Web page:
I want to emphasis that this practice takes time and consistency to see noticeable progress, but once the progress is gained it becomes your way of being and takes less intentionality. It is also important to mention that this practice is more difficult if not impossible to employ in times of intense emotions such as what often happens in some relationship dynamics or sudden and unexpected frustrations such as being cut off in traffic. It is most useful to start this practice in smaller frustrations where you can intentionally choose to breath deeper and slower instead of reacting to your emotion and as you make it a process in those times it will eventually happen for you automatically in some of the more difficult times.
An exercise for tuning back into your gut reactions
Because of the overwhelming amount of inputs our society has today, many people have tuned out their gut reactions, so this exercise to recognize what different emotions feel like in your gut can be useful as you decide to try this practice for yourself.
- First, I encourage you to sit or lay down in a quiet place where you are unlikely to be disturbed.
- Next, close your eyes and take a few deep, slow breaths while you consider an emotion to start with. This exercise is the same with any emotion but for this example I will use despair.
- As you sit or lay there taking these deep, slow breaths, think of something sad. You don’t want it to be the saddest thing that has ever happened to you or something that is going to cause intense emotion but something that brings up this emotion in you. Maybe the loss of a loved pet from the past and as you imagine this sad event in your mind while continuing to breath deep and slow you tune into the feeling in your gut.
- Notice where you feel despair and sadness, notice what it feels like and in this moment realize that the thoughts you have intentionally brought up are what has caused this emotion in you now.
- Observe that you can intentionally open your eyes, change your thoughts, and allow this feeling to pass. Hopefully this helps you internalize the fact that thoughts are just thoughts, emotions are just emotions (all emotions pass), and you have a choice in how you relate to them and some ability to cultivate the ones that are most useful for you, but more on that in part 3.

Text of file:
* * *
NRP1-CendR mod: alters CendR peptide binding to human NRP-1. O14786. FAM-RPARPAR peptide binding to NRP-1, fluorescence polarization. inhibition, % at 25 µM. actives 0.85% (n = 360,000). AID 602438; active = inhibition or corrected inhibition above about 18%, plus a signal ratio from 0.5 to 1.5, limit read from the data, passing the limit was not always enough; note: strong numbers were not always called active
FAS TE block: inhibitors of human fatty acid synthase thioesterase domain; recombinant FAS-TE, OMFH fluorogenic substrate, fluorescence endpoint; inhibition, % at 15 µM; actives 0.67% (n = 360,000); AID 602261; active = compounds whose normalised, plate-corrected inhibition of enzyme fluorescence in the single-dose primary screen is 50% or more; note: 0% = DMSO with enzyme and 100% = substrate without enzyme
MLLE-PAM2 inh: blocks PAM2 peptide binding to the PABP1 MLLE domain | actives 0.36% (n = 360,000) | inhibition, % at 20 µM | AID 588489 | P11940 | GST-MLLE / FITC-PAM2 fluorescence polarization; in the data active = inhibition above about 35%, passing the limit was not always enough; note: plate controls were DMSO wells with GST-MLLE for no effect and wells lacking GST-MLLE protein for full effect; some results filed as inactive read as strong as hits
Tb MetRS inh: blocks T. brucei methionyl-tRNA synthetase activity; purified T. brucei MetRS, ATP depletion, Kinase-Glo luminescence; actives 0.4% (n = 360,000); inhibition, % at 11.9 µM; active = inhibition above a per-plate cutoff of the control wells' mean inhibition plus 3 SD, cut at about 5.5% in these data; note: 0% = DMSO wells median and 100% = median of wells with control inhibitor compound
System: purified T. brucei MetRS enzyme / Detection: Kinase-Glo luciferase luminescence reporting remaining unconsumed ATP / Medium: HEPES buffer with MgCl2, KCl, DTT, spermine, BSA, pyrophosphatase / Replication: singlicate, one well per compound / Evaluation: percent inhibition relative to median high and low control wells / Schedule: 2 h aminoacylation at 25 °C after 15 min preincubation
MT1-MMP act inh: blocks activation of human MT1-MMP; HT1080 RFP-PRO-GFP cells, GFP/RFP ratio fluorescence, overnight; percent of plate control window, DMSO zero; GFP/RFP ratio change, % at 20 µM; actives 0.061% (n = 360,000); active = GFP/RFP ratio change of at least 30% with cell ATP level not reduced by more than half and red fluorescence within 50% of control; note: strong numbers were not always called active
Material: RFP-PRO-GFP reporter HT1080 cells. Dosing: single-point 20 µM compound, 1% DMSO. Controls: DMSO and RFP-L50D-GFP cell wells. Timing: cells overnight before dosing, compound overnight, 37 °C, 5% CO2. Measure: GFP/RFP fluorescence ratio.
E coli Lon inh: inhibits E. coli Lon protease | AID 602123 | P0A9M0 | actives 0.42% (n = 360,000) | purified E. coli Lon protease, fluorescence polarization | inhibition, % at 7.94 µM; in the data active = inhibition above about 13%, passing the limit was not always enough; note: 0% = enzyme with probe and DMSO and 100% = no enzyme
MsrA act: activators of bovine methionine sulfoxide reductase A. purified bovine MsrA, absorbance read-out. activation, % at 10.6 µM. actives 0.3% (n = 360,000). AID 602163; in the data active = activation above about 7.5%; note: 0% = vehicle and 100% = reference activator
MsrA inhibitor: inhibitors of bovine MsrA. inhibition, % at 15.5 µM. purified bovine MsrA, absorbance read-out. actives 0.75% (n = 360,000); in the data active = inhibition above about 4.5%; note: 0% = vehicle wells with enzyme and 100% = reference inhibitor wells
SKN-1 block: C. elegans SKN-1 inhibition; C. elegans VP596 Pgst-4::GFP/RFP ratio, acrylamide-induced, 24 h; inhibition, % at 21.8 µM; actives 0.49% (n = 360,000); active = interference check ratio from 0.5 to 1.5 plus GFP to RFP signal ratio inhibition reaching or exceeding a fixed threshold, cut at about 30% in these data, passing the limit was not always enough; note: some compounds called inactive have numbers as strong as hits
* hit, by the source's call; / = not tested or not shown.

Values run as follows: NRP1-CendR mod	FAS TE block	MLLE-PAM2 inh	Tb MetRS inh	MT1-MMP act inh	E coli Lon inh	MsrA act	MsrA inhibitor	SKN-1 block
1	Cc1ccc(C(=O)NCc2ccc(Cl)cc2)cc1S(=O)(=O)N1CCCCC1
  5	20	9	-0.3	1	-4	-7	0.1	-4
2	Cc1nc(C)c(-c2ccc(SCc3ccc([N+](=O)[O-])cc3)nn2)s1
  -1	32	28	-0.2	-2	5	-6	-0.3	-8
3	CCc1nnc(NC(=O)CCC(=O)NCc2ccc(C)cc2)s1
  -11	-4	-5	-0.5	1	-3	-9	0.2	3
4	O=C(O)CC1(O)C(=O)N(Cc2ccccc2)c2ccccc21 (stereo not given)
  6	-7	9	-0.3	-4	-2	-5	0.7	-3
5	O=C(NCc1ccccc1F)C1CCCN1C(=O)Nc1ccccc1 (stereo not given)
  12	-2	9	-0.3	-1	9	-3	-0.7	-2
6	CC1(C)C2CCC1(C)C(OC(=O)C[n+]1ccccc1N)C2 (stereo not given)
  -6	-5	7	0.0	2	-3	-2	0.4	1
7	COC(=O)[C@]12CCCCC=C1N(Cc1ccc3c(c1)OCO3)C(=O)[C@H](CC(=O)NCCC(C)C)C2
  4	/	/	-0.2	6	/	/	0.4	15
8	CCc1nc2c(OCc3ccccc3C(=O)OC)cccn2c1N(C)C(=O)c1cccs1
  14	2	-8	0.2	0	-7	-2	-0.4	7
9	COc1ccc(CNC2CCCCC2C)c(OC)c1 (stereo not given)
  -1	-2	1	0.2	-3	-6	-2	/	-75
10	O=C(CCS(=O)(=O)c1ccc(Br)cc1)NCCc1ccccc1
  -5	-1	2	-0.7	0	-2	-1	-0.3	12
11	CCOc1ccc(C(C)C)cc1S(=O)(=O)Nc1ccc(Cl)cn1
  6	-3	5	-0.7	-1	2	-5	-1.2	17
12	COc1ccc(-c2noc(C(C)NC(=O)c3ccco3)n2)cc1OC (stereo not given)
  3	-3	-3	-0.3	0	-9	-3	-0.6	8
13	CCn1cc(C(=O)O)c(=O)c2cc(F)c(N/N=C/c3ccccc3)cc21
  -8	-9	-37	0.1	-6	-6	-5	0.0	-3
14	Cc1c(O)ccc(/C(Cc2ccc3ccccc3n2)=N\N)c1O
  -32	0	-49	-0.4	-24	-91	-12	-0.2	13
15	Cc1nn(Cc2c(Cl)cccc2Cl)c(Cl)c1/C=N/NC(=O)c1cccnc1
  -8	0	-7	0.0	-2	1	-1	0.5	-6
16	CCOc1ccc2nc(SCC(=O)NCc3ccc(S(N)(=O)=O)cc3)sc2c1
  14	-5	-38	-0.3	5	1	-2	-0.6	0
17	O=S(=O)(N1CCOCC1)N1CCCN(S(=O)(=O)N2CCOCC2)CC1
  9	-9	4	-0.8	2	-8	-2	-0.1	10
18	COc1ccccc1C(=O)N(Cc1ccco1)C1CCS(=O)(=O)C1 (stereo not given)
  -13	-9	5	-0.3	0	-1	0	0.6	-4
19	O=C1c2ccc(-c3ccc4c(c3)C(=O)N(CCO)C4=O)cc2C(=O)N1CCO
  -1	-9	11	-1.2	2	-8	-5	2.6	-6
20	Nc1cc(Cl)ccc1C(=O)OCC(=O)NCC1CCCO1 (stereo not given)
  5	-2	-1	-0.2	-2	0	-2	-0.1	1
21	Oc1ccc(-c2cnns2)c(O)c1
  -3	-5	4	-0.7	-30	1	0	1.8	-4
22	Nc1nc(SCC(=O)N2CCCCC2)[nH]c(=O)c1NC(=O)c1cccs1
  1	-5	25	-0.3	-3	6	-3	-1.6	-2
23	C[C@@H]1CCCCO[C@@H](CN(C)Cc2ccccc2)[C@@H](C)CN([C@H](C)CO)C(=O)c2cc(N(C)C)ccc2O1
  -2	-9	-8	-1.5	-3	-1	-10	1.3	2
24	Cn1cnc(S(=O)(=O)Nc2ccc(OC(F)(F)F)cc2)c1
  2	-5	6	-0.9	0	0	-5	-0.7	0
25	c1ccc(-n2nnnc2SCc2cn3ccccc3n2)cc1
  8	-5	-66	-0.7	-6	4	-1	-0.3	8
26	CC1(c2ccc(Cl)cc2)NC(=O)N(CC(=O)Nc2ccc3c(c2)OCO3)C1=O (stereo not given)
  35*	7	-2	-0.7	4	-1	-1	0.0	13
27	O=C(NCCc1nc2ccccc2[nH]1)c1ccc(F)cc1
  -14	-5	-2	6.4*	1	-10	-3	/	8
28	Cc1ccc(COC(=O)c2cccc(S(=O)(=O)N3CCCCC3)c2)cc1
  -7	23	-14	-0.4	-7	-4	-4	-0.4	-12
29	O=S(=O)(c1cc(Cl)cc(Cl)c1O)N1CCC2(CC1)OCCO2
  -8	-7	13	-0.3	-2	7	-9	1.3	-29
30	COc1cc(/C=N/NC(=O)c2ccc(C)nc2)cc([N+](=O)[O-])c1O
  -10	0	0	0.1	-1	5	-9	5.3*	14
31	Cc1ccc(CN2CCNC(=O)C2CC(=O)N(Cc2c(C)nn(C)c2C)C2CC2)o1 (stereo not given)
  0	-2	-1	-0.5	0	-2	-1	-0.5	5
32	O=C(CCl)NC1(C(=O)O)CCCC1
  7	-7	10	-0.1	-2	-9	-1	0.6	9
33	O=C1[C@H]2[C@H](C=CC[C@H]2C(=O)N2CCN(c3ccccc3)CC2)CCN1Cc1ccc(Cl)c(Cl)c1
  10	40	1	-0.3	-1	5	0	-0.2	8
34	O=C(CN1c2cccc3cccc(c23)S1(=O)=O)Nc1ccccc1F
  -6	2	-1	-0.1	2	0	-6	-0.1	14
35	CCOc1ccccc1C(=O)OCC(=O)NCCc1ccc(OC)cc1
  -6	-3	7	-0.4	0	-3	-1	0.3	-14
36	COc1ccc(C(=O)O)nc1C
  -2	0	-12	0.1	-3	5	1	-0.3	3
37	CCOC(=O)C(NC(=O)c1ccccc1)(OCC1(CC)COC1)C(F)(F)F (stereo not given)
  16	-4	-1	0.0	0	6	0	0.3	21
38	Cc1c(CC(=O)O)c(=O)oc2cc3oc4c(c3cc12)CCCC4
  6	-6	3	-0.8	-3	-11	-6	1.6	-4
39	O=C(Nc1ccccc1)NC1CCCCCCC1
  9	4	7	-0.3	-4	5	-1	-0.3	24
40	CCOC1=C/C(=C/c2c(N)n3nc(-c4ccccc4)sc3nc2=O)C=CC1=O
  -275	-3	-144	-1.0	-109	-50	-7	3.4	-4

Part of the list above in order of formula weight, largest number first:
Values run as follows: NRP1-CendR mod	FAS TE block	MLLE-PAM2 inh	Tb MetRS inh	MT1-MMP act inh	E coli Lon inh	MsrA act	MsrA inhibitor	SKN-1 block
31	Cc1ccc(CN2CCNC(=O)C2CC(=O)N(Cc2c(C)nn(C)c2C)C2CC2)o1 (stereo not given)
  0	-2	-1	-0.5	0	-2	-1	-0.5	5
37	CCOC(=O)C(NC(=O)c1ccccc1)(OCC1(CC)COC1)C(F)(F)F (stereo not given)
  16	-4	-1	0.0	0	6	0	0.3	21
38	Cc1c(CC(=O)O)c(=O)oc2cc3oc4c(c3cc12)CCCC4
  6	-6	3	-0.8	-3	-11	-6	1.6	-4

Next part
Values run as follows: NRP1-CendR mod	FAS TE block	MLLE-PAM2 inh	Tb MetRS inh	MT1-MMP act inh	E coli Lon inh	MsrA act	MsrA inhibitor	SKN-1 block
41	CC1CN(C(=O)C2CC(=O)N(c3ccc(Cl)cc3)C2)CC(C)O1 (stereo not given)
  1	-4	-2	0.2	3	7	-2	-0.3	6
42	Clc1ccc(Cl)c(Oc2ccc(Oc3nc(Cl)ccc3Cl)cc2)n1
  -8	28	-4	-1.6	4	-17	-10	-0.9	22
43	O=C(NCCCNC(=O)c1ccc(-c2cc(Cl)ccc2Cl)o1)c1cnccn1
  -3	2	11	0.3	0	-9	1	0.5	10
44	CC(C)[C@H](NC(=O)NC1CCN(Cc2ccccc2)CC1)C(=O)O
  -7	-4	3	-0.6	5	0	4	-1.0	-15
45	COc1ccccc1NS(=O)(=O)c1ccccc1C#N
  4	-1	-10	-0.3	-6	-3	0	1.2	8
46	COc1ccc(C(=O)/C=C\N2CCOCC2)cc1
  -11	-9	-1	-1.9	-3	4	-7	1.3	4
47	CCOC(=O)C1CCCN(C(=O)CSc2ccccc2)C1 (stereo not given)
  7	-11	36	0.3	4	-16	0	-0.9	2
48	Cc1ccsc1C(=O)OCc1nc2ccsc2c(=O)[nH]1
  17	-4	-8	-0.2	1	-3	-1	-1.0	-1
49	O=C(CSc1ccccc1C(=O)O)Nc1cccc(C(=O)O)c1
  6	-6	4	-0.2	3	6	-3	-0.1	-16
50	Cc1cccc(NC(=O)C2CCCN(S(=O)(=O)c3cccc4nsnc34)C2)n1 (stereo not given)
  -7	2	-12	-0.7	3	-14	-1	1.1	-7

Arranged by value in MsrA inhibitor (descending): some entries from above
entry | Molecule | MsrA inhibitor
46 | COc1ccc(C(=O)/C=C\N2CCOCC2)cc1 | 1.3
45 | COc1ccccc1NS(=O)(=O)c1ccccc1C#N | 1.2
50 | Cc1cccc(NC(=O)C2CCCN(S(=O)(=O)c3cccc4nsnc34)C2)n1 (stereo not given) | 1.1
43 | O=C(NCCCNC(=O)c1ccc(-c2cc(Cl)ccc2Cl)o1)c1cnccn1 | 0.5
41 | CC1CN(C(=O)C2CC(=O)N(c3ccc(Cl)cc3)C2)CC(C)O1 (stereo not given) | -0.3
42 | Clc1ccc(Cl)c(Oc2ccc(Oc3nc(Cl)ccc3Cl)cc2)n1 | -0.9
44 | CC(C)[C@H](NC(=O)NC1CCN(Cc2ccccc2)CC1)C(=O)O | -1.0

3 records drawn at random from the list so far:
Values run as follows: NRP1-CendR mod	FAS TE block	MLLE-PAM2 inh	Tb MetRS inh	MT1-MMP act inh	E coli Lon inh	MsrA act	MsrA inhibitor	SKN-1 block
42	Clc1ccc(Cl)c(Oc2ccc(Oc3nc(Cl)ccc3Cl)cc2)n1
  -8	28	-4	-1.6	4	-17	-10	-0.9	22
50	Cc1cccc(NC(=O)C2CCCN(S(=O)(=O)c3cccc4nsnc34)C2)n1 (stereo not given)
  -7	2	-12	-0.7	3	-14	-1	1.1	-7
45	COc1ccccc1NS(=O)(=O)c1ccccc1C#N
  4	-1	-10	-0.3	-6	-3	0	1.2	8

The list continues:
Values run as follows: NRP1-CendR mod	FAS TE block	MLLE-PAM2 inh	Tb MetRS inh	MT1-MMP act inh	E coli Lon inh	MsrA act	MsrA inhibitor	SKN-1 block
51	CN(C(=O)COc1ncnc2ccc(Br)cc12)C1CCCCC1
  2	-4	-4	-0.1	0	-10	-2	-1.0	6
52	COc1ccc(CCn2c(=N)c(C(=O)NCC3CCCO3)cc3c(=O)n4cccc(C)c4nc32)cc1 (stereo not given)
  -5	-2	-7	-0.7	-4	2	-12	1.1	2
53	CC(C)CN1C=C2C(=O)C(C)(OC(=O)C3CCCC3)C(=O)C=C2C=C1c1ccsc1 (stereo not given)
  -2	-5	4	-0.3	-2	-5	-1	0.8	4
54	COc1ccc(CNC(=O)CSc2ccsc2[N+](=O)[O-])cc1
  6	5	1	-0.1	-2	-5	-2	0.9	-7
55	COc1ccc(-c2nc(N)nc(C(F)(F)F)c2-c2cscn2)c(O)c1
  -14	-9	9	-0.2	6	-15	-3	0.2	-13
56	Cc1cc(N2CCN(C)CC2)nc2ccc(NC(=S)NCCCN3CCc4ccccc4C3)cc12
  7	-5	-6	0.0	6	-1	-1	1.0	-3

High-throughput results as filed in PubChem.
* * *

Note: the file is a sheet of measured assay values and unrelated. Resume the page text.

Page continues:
Part One of Working With Our Emotions can be found HERE.
About Bruce Craig:
Bruce is a resident in counseling providing counseling services at our Fredericksburg location. Bruce is a recent graduate from Eastern Mennonite University with a MA in Counseling, following a B.S. in Social Psychology from Park University.
Bruce completed a rigorous internship working with individuals, couples, families and groups. Bruce also finds Mindfulness to be useful in helping clients be in the present moment. For clients who are receptive to it, he teaches them ways of controlling their thoughts instead of becoming anxious about things that might happen or focusing on aspects they cannot change.
He is currently in a course to become certified in the use of Mindfulness in therapy but already has experience and success applying Mindfulness with clients. Bruce provides a warm, empathetic, and non-judgmental space for all people to bring whatever issues they need to work through. To learn more about Bruce, visit here.